VERY RARE AND SIGNIFICANT NEOCLASSICAL PICTURE FRAME FROM 1900s
MANUFACTURED IN A WORKSHOP OF A. BEGGROV,
THE SUPPLIER OF THE COURT OF HIS IMPERIAL MAJESTY, PROBABLY FROM THE ANICHKOV PALACE
Outside 68.5 x 52.5 cm
Inside 44.1 x 27.5 cm
Frame width 12.5 cm
Ornaments: birds, garland and small moulded ornaments around the perimeter
Coating: gold on levkas and white enamel on levkas
On the back of the frame, in addition to the label of A. Beggrov, there is a glued label with the number 204 on it.
Font of the inventory numbers of the Anichkov palace is the same as the font of the number 204.
CONDITION REPORT: The frame is in excellent condition.
A brief summary of the consultation with Olga Lysenko, Senior researcher at the Department of picture frames at the State Russian museum, author of the book “Dress a painting. Picture frames in Russia XVIII – beginning of XX century”, St. Petersburg, 2005:
“Indeed, Your frame is neoclassical and it can be dated precisely. It is made in 1900s. The frame itself is very interesting. First of all, the fascination with neoclassicism in Russia was very short-termed and very few frames were made in that style and even fewer were preserved to the present day. They are extremely rare (if you have the catalogue to the exhibition “Dress the painting”, which I organized in Russian museum five years ago, you can look at two wonderful neoclassical frames under the numbers 81 and 82). Besides that, I have never seen a frame like yours in St. Petersburg nor in Tretyakov gallery in Moscow.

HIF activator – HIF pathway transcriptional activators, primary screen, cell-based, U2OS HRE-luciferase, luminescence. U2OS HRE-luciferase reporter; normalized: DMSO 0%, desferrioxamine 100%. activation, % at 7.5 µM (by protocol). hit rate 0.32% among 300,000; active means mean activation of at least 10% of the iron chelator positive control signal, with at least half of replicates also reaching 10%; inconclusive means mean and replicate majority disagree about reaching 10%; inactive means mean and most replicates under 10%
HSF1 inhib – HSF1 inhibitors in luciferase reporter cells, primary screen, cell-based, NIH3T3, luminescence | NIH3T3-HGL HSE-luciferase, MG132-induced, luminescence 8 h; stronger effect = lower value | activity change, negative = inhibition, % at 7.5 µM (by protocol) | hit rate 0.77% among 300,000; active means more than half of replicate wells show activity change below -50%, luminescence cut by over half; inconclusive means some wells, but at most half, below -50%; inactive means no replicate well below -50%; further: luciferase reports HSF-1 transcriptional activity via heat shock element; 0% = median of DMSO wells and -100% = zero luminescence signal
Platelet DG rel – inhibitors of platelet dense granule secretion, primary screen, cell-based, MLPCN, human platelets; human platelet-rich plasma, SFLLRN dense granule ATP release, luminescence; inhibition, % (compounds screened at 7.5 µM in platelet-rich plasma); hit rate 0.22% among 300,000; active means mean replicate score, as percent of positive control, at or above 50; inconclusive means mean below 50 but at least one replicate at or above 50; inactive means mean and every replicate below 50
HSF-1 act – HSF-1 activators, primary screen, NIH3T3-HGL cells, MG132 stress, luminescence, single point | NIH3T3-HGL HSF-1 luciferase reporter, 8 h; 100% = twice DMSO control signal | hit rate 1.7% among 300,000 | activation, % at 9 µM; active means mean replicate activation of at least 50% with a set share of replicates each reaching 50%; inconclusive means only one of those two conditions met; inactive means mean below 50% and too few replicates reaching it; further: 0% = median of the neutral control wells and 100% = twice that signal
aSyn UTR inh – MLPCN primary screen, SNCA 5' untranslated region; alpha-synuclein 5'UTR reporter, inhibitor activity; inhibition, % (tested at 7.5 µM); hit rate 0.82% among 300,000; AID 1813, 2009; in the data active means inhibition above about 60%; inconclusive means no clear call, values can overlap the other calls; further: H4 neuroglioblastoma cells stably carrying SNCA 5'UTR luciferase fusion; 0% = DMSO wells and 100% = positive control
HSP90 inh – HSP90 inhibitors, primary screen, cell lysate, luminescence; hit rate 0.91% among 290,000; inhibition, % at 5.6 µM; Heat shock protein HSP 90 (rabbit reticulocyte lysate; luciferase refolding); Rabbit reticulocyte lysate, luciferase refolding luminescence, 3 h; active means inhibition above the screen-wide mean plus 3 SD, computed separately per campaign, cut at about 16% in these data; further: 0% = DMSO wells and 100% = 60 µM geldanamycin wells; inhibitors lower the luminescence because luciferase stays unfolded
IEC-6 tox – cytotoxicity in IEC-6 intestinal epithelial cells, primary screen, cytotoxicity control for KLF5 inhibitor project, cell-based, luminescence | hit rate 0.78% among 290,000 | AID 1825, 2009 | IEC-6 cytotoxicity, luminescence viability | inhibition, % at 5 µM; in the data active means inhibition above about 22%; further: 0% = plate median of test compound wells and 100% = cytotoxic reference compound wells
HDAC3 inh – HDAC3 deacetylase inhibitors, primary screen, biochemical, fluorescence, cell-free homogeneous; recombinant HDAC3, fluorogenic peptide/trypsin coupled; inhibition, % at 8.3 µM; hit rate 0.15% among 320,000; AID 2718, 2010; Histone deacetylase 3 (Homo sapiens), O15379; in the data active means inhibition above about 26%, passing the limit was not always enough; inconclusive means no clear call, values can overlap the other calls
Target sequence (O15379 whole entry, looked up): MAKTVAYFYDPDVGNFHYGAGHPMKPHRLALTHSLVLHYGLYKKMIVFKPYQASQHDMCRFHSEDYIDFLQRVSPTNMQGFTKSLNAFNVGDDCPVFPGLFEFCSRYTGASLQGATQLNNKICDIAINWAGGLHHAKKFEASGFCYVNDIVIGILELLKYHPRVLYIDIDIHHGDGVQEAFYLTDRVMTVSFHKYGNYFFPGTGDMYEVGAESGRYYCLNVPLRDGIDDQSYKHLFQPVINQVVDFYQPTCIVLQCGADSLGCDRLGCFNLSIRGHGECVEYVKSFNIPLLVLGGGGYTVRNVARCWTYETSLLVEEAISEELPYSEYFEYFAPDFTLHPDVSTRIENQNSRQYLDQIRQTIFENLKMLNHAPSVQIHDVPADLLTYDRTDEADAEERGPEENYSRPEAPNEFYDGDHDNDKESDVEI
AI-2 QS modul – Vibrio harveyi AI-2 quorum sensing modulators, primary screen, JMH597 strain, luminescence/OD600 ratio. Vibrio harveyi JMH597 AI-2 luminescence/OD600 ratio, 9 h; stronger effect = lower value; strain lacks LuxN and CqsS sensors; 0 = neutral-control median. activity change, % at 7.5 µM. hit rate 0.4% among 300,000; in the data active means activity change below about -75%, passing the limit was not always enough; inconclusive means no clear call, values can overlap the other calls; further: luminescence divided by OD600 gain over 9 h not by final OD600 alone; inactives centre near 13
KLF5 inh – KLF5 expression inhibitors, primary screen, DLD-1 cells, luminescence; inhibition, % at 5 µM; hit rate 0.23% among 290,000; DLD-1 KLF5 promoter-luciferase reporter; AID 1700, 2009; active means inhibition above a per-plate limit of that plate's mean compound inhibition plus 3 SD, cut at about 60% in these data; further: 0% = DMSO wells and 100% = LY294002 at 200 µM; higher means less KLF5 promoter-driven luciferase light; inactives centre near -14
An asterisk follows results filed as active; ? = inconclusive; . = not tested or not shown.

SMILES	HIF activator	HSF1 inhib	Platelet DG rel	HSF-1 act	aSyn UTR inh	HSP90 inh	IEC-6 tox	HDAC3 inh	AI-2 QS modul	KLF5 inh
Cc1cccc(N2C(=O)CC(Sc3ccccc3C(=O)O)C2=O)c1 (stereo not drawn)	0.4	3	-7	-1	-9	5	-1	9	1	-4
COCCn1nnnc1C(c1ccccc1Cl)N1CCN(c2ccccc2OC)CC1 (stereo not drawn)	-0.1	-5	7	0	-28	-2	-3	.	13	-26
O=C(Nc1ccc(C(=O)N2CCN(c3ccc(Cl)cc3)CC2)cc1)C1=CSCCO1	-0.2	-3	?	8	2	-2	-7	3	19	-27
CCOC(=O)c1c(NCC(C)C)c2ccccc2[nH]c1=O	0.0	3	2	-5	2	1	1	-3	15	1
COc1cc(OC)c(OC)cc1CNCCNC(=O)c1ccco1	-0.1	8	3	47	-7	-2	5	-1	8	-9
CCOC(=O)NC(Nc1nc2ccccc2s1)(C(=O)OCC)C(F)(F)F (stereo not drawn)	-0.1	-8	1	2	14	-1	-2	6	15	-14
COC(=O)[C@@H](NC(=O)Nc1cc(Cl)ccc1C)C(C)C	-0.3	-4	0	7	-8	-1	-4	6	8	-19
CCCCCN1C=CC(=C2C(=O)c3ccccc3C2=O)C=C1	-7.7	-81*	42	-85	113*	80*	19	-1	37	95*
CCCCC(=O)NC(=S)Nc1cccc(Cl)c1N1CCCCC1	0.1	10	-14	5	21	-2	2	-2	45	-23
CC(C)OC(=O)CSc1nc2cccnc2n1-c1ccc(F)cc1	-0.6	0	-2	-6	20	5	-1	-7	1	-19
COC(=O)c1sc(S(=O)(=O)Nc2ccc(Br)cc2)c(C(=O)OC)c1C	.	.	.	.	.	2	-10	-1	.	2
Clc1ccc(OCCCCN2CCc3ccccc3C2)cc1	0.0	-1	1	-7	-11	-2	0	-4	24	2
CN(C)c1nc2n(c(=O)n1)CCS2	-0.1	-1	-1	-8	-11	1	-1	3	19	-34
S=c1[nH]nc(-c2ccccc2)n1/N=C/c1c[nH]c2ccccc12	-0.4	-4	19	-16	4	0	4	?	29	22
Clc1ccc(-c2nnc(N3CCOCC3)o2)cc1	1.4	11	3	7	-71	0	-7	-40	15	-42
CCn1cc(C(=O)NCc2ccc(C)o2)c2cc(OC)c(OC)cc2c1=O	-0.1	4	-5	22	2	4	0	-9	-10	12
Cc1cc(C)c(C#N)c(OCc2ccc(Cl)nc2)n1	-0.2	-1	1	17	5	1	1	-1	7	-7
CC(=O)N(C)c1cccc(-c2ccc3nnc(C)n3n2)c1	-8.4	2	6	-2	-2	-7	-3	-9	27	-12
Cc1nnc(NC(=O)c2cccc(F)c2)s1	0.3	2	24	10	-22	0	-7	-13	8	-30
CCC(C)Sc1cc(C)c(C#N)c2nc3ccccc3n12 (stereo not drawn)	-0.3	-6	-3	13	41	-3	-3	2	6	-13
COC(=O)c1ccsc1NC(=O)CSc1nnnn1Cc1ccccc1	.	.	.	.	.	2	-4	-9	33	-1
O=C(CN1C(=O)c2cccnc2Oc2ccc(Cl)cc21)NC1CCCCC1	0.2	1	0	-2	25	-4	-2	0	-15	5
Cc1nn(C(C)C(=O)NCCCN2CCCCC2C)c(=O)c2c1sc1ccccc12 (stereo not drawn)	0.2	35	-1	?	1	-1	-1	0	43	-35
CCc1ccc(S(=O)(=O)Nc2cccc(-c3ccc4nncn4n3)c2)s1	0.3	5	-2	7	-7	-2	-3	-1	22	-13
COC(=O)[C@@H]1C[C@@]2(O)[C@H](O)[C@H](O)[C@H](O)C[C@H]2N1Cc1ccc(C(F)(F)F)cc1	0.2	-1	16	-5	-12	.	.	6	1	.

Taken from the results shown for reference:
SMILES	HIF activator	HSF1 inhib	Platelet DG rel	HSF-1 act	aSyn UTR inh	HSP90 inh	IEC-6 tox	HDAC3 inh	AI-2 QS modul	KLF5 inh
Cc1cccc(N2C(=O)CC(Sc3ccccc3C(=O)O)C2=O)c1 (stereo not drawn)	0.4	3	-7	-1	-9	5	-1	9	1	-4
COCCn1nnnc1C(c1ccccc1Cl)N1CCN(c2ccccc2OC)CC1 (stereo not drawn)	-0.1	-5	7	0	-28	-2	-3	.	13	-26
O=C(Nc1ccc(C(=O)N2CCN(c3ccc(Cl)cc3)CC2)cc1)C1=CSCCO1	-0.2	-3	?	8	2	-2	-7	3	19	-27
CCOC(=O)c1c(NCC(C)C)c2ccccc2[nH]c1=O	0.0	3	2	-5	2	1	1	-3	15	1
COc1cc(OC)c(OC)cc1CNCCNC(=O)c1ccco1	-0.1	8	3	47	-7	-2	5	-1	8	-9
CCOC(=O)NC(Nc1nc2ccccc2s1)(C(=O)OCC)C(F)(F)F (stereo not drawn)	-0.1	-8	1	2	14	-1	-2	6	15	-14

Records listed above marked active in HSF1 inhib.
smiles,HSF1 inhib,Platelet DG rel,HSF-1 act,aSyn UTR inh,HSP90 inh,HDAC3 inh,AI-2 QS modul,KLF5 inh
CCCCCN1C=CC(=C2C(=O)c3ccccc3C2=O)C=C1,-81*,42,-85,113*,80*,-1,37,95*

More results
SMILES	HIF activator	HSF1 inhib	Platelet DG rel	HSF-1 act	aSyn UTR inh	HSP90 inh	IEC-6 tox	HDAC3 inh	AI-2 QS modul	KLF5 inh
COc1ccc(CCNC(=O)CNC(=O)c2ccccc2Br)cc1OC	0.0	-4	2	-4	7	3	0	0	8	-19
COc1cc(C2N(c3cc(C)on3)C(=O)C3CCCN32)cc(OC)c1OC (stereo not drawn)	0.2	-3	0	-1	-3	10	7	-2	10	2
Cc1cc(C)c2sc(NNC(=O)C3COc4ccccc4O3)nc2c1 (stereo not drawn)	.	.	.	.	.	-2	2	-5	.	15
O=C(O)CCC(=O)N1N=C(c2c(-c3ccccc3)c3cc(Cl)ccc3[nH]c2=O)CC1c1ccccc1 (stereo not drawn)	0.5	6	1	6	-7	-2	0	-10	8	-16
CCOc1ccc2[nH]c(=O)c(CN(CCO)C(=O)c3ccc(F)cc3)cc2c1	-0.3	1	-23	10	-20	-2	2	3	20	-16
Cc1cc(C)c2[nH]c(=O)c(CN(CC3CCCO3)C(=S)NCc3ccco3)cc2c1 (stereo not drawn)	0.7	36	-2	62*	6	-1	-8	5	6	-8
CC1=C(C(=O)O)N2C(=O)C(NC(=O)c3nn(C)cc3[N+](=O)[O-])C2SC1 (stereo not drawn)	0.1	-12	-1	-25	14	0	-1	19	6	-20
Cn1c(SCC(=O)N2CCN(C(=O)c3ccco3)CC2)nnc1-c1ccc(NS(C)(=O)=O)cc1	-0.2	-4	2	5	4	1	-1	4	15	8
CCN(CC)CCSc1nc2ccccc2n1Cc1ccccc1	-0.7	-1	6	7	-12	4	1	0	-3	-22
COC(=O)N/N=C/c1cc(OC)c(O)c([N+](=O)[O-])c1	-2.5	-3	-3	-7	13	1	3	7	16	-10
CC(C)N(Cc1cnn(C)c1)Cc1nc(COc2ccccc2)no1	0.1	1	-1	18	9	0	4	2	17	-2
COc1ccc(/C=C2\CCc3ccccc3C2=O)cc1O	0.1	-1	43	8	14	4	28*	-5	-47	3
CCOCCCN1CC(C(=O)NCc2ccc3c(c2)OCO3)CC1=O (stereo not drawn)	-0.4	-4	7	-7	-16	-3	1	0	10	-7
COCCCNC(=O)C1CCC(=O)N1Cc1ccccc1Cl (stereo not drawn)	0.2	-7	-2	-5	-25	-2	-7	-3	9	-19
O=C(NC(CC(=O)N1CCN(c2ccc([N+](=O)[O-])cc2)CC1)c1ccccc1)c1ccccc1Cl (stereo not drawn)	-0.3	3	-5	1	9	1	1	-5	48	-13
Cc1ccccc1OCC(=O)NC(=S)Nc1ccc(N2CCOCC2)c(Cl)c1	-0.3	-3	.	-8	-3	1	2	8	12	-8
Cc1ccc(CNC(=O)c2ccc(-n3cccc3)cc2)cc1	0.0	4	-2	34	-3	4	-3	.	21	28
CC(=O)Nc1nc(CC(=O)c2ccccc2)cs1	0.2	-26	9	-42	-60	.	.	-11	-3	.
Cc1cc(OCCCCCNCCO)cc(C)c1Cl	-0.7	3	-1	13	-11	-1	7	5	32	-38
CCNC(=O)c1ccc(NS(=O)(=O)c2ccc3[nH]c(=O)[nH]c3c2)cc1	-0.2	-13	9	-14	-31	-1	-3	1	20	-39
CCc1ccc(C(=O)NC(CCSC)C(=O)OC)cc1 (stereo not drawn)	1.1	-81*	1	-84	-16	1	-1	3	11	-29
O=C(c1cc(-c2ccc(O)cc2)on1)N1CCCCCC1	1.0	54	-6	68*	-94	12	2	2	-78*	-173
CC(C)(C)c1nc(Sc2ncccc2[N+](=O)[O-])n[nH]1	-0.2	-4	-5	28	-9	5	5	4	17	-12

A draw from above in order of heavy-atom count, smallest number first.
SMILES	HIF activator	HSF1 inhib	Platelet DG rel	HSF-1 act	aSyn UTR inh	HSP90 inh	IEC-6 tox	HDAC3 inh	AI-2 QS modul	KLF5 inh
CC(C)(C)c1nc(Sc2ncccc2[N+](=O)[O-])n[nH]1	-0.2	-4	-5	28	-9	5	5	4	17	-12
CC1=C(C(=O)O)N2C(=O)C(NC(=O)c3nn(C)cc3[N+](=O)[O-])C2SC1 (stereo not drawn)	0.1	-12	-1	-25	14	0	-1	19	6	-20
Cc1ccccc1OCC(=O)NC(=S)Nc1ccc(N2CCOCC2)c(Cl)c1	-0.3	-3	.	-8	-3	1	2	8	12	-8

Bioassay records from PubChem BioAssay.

Finally, the fact that the Beggrov’s label is preserved on the frame is also quite outstanding.
A little about Beggrov. He owned a picture frame workshop in St. Petersburg, which was located on Nevsky Prospect, 4. The store was located at the same address. The production at the workshop was very diverse. Different frames were produced, with ornaments in different styles. The decorative coating of the frames was also diverse. The quality of production was very high and therefore it is not surprising that A. Beggrov had the right to call himself “The supplier of the Court of his Imperial Majesty”. This is the inscription that can be found on the labels of the Beggrov workshop: “Frame workshop of A. Beggrov” with the address, which is already known to you.
A. Beggrov’s buyers were collectors, artists, private owners, including the Imperial Court (this type of buyers is very characteristic for manufacturers of quality frames).
Neoclassical frames of the 1900s were made in style of classicism of the last third of XVIII century that were meant to decorate portraits. Therefore it is obvious that your frame possibly decorated (and most likely it did decorate) someone’s portrait. Judging by the ornament – flower garland, two birds – it decorated a portrait of a woman or a child. Judging by the decoration of your frame, it is quite possible that the frame decorated the interior of a palace. As for the green paper, which is glued to the back of the frame, judging by its condition as well as by the fact that the Beggrov’s label is glued on top of it (as a rule the owners did not care much about preserving labels of the workshops), this paper was glued by Beggrov.
Judging by the rabbet depth, this frame probably decorated a painting, pencil drawing or a photograph. The rectangular shape of the frame implies it probably decorated a full body portrait (or a certain scene).”
Price on request.